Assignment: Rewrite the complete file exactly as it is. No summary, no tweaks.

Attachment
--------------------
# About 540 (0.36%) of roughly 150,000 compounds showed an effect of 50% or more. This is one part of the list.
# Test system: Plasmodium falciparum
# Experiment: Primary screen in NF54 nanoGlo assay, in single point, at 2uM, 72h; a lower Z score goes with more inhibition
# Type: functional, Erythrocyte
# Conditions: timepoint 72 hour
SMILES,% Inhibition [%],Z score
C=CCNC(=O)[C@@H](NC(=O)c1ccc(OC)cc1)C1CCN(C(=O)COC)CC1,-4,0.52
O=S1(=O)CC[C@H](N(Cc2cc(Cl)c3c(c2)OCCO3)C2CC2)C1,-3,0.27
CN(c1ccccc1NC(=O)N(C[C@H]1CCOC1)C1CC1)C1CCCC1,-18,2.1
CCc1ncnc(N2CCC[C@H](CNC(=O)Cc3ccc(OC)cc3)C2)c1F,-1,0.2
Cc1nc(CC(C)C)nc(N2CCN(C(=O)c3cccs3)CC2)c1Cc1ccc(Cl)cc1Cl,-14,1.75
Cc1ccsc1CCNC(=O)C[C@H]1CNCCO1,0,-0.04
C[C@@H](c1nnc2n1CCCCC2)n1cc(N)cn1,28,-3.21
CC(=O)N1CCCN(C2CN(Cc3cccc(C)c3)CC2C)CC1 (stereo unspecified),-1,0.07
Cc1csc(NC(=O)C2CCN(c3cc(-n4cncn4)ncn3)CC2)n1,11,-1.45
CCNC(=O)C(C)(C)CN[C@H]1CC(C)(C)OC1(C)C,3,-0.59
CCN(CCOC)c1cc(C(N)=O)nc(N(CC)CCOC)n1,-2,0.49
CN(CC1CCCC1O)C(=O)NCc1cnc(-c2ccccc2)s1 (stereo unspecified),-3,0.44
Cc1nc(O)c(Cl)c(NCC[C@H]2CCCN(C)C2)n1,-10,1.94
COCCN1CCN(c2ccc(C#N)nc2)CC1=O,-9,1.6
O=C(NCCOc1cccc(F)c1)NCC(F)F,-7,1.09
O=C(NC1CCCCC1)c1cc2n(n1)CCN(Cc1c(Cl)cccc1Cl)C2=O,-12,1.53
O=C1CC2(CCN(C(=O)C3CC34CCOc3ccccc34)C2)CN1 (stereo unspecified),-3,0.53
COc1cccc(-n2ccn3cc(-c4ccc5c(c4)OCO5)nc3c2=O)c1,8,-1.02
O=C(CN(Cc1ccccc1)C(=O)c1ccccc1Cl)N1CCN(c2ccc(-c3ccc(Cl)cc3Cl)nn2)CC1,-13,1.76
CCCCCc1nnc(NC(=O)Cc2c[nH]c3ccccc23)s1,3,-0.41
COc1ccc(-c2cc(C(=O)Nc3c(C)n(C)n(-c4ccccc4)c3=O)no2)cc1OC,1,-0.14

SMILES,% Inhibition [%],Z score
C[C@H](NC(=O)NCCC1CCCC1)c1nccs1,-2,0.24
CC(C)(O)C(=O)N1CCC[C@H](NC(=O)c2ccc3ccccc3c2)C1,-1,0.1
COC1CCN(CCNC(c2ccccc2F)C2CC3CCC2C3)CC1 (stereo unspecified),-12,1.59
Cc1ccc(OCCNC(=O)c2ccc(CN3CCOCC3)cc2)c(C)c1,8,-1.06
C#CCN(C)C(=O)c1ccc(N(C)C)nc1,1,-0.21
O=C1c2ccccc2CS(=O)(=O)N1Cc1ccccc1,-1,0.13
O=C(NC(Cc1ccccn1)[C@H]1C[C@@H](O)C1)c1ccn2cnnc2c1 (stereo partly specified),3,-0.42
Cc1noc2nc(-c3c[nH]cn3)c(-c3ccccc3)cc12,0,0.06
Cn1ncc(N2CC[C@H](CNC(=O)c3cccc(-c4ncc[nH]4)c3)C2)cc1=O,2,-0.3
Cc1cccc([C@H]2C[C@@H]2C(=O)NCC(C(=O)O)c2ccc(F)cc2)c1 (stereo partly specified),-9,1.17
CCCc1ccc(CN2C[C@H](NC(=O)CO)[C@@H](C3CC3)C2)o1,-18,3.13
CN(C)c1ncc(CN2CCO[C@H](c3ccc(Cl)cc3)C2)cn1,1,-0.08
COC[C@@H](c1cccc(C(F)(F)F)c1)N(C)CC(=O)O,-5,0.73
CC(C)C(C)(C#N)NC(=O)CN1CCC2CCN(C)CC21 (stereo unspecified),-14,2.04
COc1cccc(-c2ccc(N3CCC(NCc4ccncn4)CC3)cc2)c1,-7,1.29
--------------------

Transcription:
# About 540 (0.36%) of roughly 150,000 compounds showed an effect of 50% or more. This is one part of the list.
# Test system: Plasmodium falciparum
# Experiment: Primary screen in NF54 nanoGlo assay, in single point, at 2uM, 72h; a lower Z score goes with more inhibition
# Type: functional, Erythrocyte
# Conditions: timepoint 72 hour
SMILES,% Inhibition [%],Z score
C=CCNC(=O)[C@@H](NC(=O)c1ccc(OC)cc1)C1CCN(C(=O)COC)CC1,-4,0.52
O=S1(=O)CC[C@H](N(Cc2cc(Cl)c3c(c2)OCCO3)C2CC2)C1,-3,0.27
CN(c1ccccc1NC(=O)N(C[C@H]1CCOC1)C1CC1)C1CCCC1,-18,2.1
CCc1ncnc(N2CCC[C@H](CNC(=O)Cc3ccc(OC)cc3)C2)c1F,-1,0.2
Cc1nc(CC(C)C)nc(N2CCN(C(=O)c3cccs3)CC2)c1Cc1ccc(Cl)cc1Cl,-14,1.75
Cc1ccsc1CCNC(=O)C[C@H]1CNCCO1,0,-0.04
C[C@@H](c1nnc2n1CCCCC2)n1cc(N)cn1,28,-3.21
CC(=O)N1CCCN(C2CN(Cc3cccc(C)c3)CC2C)CC1 (stereo unspecified),-1,0.07
Cc1csc(NC(=O)C2CCN(c3cc(-n4cncn4)ncn3)CC2)n1,11,-1.45
CCNC(=O)C(C)(C)CN[C@H]1CC(C)(C)OC1(C)C,3,-0.59
CCN(CCOC)c1cc(C(N)=O)nc(N(CC)CCOC)n1,-2,0.49
CN(CC1CCCC1O)C(=O)NCc1cnc(-c2ccccc2)s1 (stereo unspecified),-3,0.44
Cc1nc(O)c(Cl)c(NCC[C@H]2CCCN(C)C2)n1,-10,1.94
COCCN1CCN(c2ccc(C#N)nc2)CC1=O,-9,1.6
O=C(NCCOc1cccc(F)c1)NCC(F)F,-7,1.09
O=C(NC1CCCCC1)c1cc2n(n1)CCN(Cc1c(Cl)cccc1Cl)C2=O,-12,1.53
O=C1CC2(CCN(C(=O)C3CC34CCOc3ccccc34)C2)CN1 (stereo unspecified),-3,0.53
COc1cccc(-n2ccn3cc(-c4ccc5c(c4)OCO5)nc3c2=O)c1,8,-1.02
O=C(CN(Cc1ccccc1)C(=O)c1ccccc1Cl)N1CCN(c2ccc(-c3ccc(Cl)cc3Cl)nn2)CC1,-13,1.76
CCCCCc1nnc(NC(=O)Cc2c[nH]c3ccccc23)s1,3,-0.41
COc1ccc(-c2cc(C(=O)Nc3c(C)n(C)n(-c4ccccc4)c3=O)no2)cc1OC,1,-0.14

SMILES,% Inhibition [%],Z score
C[C@H](NC(=O)NCCC1CCCC1)c1nccs1,-2,0.24
CC(C)(O)C(=O)N1CCC[C@H](NC(=O)c2ccc3ccccc3c2)C1,-1,0.1
COC1CCN(CCNC(c2ccccc2F)C2CC3CCC2C3)CC1 (stereo unspecified),-12,1.59
Cc1ccc(OCCNC(=O)c2ccc(CN3CCOCC3)cc2)c(C)c1,8,-1.06
C#CCN(C)C(=O)c1ccc(N(C)C)nc1,1,-0.21
O=C1c2ccccc2CS(=O)(=O)N1Cc1ccccc1,-1,0.13
O=C(NC(Cc1ccccn1)[C@H]1C[C@@H](O)C1)c1ccn2cnnc2c1 (stereo partly specified),3,-0.42
Cc1noc2nc(-c3c[nH]cn3)c(-c3ccccc3)cc12,0,0.06
Cn1ncc(N2CC[C@H](CNC(=O)c3cccc(-c4ncc[nH]4)c3)C2)cc1=O,2,-0.3
Cc1cccc([C@H]2C[C@@H]2C(=O)NCC(C(=O)O)c2ccc(F)cc2)c1 (stereo partly specified),-9,1.17
CCCc1ccc(CN2C[C@H](NC(=O)CO)[C@@H](C3CC3)C2)o1,-18,3.13
CN(C)c1ncc(CN2CCO[C@H](c3ccc(Cl)cc3)C2)cn1,1,-0.08
COC[C@@H](c1cccc(C(F)(F)F)c1)N(C)CC(=O)O,-5,0.73
CC(C)C(C)(C#N)NC(=O)CN1CCC2CCN(C)CC21 (stereo unspecified),-14,2.04
COc1cccc(-c2ccc(N3CCC(NCc4ccncn4)CC3)cc2)c1,-7,1.29